Although many carers reported accessing suitable support systems across most diseases, 52.1% of carers of people living with OI reported not receiving any form of social support  and highlighted the need for associations/organisation to provide advice . Similarly, carers of people living with inherited metabolic diseases reported needing carer support groups . Patient organisations were poorly advertised in some countries (i.e., Spain and Turkey ), and carers identified how interactions with others in support groups were, at times, challenging. 
Carer needs and burdens
The domain of Carer Needs and Burdens encompasses the theme Well-being, which details how the Emotional [23,24,25,26,27, 29,30,31,32,33,34,35,36,37, 39, 39,40,41, 41,42,43,44,45,46,47,48], Mental [24, 27, 30, 32, 34, 44, 45, 47], and Physical [24, 26, 34, 40, 43, 45, 47, 49, 50] well-being of carers were influenced due to their caring role. The subtheme Emotional Well-being describes carers’ emotional responses towards receiving a diagnosis for their care recipient. Some felt shock [30, 36], anger , devastation  and, in some cases, relief [24, 26, 34]. Alongside the previously mentioned transmission guilt, additional instances of guilt were felt by parent carers. For instance, fathers of children living with haemophilia felt guilt when going to work and leaving their partners . Carers also felt guilt towards their unaffected children, specifically related to the amount of attention they provided them [23, 29, 34, 44]. Carers often experienced powerful and negative emotions, such as sadness, anger, loneliness and grief , as well as feelings of a loss of control  and powerlessness [29, 36]. In one case, a carer’s feelings of sadness, anger and guilt negatively affected the relationship between themselves and their child , and another article described how, overwhelmed by their situation and grief, carers of children living with haemophilia experienced suicidal thoughts . Many articles referred to the large amounts of stress carers experienced, regardless of the specific RID their care recipient lived with [27, 31, 33, 34, 46, 48]. Certain situations were stressful for carers—for example, carers would become stressed when accidently hurting their child . Furthermore, carers experienced worry about many situations: whether others in their current/future family unit would have the same RID [30, 32], running out of disease management resources (e.g., bandages ), and the future of their care recipient. [26, 30, 37, 40]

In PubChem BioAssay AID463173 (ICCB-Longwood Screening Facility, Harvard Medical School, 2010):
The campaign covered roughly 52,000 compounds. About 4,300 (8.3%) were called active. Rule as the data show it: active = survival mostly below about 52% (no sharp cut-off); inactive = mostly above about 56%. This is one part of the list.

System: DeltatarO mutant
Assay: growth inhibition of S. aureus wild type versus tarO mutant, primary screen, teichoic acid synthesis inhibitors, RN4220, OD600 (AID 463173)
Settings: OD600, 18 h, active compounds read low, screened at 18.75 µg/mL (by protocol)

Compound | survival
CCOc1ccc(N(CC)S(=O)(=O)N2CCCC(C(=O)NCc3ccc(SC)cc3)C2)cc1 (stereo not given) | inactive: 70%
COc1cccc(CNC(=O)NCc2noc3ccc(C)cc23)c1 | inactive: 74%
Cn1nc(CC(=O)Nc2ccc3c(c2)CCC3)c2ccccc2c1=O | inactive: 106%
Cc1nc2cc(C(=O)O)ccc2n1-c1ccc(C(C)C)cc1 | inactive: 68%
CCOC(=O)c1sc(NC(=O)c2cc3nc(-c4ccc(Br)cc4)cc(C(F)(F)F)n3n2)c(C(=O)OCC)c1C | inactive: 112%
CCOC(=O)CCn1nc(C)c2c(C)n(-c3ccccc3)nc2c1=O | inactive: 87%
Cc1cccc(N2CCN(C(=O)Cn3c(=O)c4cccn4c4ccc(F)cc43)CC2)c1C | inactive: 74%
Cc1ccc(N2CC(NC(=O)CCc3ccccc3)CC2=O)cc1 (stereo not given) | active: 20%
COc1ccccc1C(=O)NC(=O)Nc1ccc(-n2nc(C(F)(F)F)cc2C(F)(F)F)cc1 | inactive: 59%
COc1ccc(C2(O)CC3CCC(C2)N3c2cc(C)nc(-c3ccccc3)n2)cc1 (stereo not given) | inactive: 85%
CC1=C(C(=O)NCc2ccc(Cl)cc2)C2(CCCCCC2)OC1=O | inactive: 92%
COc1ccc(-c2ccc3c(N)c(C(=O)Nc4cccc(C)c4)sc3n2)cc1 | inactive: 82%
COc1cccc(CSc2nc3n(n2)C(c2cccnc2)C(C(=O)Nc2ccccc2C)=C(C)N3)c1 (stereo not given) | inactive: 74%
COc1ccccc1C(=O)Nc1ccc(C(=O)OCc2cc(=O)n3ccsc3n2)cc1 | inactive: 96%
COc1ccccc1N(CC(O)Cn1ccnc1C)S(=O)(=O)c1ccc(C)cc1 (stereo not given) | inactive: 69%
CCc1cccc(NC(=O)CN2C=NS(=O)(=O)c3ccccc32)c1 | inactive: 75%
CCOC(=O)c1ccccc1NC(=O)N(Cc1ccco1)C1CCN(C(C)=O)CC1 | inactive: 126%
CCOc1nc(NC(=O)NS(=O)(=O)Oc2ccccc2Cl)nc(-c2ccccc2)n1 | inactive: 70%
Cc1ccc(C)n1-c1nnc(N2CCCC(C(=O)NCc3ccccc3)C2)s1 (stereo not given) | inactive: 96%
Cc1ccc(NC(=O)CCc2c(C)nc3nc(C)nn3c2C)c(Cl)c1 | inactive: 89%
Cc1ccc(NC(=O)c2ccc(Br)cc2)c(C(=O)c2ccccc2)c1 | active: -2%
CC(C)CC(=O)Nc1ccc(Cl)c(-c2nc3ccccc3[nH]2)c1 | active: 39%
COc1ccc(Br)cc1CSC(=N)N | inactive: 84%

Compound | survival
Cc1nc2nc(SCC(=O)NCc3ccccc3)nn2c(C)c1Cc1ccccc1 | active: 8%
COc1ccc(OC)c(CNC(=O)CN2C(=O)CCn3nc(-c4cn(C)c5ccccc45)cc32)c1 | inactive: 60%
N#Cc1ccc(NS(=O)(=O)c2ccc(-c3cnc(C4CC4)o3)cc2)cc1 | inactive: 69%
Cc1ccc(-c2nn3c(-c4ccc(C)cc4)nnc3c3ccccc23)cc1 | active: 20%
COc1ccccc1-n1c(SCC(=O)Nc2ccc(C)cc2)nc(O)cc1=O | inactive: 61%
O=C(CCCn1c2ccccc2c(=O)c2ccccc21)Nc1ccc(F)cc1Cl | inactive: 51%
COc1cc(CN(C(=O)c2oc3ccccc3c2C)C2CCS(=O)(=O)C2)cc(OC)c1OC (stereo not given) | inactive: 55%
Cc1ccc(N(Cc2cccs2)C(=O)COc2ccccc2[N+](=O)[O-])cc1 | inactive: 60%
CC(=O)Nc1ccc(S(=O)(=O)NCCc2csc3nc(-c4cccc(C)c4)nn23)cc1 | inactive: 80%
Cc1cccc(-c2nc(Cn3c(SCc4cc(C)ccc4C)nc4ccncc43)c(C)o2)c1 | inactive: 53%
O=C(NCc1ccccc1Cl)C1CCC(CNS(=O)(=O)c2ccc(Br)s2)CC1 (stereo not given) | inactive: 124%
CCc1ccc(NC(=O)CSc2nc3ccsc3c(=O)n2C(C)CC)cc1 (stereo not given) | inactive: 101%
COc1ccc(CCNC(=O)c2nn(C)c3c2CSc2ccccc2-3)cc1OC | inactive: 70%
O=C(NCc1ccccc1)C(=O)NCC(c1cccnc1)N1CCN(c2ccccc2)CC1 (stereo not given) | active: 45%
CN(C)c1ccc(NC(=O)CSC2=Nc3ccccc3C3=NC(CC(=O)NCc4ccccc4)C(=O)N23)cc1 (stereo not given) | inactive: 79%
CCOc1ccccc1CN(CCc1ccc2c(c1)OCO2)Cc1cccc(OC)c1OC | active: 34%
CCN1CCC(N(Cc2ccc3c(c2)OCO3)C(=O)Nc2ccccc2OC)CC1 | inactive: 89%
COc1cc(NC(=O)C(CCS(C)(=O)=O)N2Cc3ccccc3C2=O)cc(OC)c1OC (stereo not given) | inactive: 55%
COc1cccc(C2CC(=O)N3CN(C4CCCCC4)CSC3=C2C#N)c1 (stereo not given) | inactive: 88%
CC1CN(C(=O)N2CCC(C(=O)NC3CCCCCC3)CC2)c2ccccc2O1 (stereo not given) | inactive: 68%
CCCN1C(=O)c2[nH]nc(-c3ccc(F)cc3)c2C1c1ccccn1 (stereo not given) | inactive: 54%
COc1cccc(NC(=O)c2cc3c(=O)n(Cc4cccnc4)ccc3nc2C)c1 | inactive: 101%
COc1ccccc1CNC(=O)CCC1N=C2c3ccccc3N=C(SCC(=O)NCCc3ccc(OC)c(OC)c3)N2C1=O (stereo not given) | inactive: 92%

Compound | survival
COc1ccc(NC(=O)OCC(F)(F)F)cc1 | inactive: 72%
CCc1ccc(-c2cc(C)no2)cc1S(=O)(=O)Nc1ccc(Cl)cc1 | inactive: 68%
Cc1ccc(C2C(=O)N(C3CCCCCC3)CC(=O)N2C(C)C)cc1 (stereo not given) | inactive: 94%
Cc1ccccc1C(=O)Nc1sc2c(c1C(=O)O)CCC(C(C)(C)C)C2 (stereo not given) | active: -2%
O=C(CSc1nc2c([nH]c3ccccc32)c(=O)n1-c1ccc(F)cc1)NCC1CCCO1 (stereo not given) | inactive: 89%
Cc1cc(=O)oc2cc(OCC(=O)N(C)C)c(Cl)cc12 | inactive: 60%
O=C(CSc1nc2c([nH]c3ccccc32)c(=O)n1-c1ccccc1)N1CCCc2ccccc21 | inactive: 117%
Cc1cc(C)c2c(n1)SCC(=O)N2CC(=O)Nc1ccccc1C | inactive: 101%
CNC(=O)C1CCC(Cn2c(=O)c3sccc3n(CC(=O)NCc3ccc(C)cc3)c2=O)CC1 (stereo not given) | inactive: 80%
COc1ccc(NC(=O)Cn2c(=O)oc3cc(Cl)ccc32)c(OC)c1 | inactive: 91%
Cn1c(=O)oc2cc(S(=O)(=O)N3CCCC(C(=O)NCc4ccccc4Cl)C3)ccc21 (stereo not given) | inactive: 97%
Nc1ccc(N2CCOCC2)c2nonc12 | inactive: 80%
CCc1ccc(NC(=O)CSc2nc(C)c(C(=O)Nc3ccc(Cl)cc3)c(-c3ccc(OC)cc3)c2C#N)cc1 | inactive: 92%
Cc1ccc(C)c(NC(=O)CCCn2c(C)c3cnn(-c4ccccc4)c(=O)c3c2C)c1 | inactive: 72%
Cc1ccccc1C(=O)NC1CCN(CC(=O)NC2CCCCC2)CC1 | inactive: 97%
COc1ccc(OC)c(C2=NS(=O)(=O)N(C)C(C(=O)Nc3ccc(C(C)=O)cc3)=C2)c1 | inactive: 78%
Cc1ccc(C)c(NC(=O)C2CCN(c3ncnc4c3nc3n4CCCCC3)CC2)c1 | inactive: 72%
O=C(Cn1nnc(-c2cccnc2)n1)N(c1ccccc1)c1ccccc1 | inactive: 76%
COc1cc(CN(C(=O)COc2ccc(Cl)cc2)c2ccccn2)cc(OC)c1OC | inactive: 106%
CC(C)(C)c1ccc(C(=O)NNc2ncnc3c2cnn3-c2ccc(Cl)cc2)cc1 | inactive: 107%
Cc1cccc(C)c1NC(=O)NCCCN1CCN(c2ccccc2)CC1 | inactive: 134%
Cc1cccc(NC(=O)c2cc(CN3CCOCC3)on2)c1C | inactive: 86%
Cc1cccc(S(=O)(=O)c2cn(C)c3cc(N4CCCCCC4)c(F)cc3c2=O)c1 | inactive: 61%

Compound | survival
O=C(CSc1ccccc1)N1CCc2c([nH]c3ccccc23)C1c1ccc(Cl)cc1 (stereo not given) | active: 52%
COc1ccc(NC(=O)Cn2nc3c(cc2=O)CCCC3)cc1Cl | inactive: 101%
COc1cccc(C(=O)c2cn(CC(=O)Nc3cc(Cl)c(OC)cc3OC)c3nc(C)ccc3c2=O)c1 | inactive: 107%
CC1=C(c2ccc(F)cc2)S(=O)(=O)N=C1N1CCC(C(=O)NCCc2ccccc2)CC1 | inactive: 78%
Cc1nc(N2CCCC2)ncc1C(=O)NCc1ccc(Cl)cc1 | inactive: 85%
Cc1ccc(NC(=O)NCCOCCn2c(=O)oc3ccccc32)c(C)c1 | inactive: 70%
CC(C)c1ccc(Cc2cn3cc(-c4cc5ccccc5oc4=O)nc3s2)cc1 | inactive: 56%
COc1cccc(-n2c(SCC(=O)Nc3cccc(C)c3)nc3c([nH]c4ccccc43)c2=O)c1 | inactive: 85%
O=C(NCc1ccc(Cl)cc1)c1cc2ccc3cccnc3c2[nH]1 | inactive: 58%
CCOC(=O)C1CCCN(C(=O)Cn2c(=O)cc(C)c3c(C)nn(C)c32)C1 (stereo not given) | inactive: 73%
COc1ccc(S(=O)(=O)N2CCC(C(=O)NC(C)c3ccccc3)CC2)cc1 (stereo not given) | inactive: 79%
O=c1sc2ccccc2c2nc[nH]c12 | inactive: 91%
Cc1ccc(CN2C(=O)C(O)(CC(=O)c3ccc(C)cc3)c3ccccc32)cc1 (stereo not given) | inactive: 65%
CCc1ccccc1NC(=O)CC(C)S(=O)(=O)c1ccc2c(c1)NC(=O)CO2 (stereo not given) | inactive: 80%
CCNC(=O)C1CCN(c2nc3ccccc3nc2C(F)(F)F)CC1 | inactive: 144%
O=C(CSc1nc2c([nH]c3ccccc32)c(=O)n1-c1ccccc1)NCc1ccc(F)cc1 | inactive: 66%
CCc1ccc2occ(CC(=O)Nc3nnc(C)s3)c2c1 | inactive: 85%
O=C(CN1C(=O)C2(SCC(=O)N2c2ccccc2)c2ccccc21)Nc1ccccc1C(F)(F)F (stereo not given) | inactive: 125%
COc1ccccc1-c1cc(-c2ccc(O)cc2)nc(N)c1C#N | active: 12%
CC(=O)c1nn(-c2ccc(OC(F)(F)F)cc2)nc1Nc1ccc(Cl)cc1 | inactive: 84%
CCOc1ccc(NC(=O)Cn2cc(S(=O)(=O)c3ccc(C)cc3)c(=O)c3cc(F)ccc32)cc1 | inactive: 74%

Within the Mental subtheme of Well-being, anxiety was prevalent in carers [24, 27, 30, 32, 34, 47], including instances of anxious feelings [24, 30, 32, 34], anxiety warranting further clinical assessment (according to the HADS) , and Beck Anxiety Inventory (BAI) scores within the cut-off for anxiety . Carers also experienced feelings of depression [30, 45], and two carers’ scoring on the HADS suggested their depression required further clinical assessment. 
The Physical subtheme of Well-being outlined the wide range of somatic symptoms carers experienced, including feelings of weakness, shakes, dizziness, headaches, tiredness, ear ringing, weight loss , and exhaustion. [24, 26, 34, 45] Whilst it was unclear whether these manifestations were due solely to caring, living with the same condition as their care recipient, or a combination of the two, one article illustrated how carers of people living with haemophilia and who live with a chronic illness themselves reported significantly higher disruption to specific health-related quality of life (HRQoL) domains (Bodily Pain, Physical Functioning and Psychometrically-based Physical Health , as measured by the EQ-5D and SF-36), compared with those without a chronic illness. However, another found that carers’ of people living with mucopolysaccharidosis scored only slightly higher (i.e., worse) than average on the physical health domain of the WHOQOL-BREF. 
Also encompassed by the domain Carer Needs/Burden is the Information theme. Carers’ and HCPs’ disease-related Knowledge [23,24,25, 27, 29,30,31,32, 34, 36, 41, 44] was variable, as was the Accessibility [23, 24, 26,27,28, 30, 31, 33, 36, 39, 47] of information to carers, and the helpfulness of the Organisations [27, 28, 30,31,32,33,34, 39, 41] surrounding them. Carers of people living with bleeding disorders reported good levels of knowledge about the condition , whereas other carers of people living with haemophilia and OI described lacking knowledge [29, 30]. Across a number of diseases, carers felt that HCPs lacked knowledge about their care recipient’s disease [24, 32, 41, 44, 45], and the carers of people living with haemophilia felt ignored/misunderstood by HCPs involved in their child’s care . Regarding healthcare services, some carers even expressed disbelief, anger, and frustration . Carers of people living with bleeding disorders were pleased with HCPs’ knowledge level in a disease-specific centre, but not of those from non-specialist backgrounds . Similarly, carers of people living with haemophilia felt paediatricians and general practitioners lacked knowledge.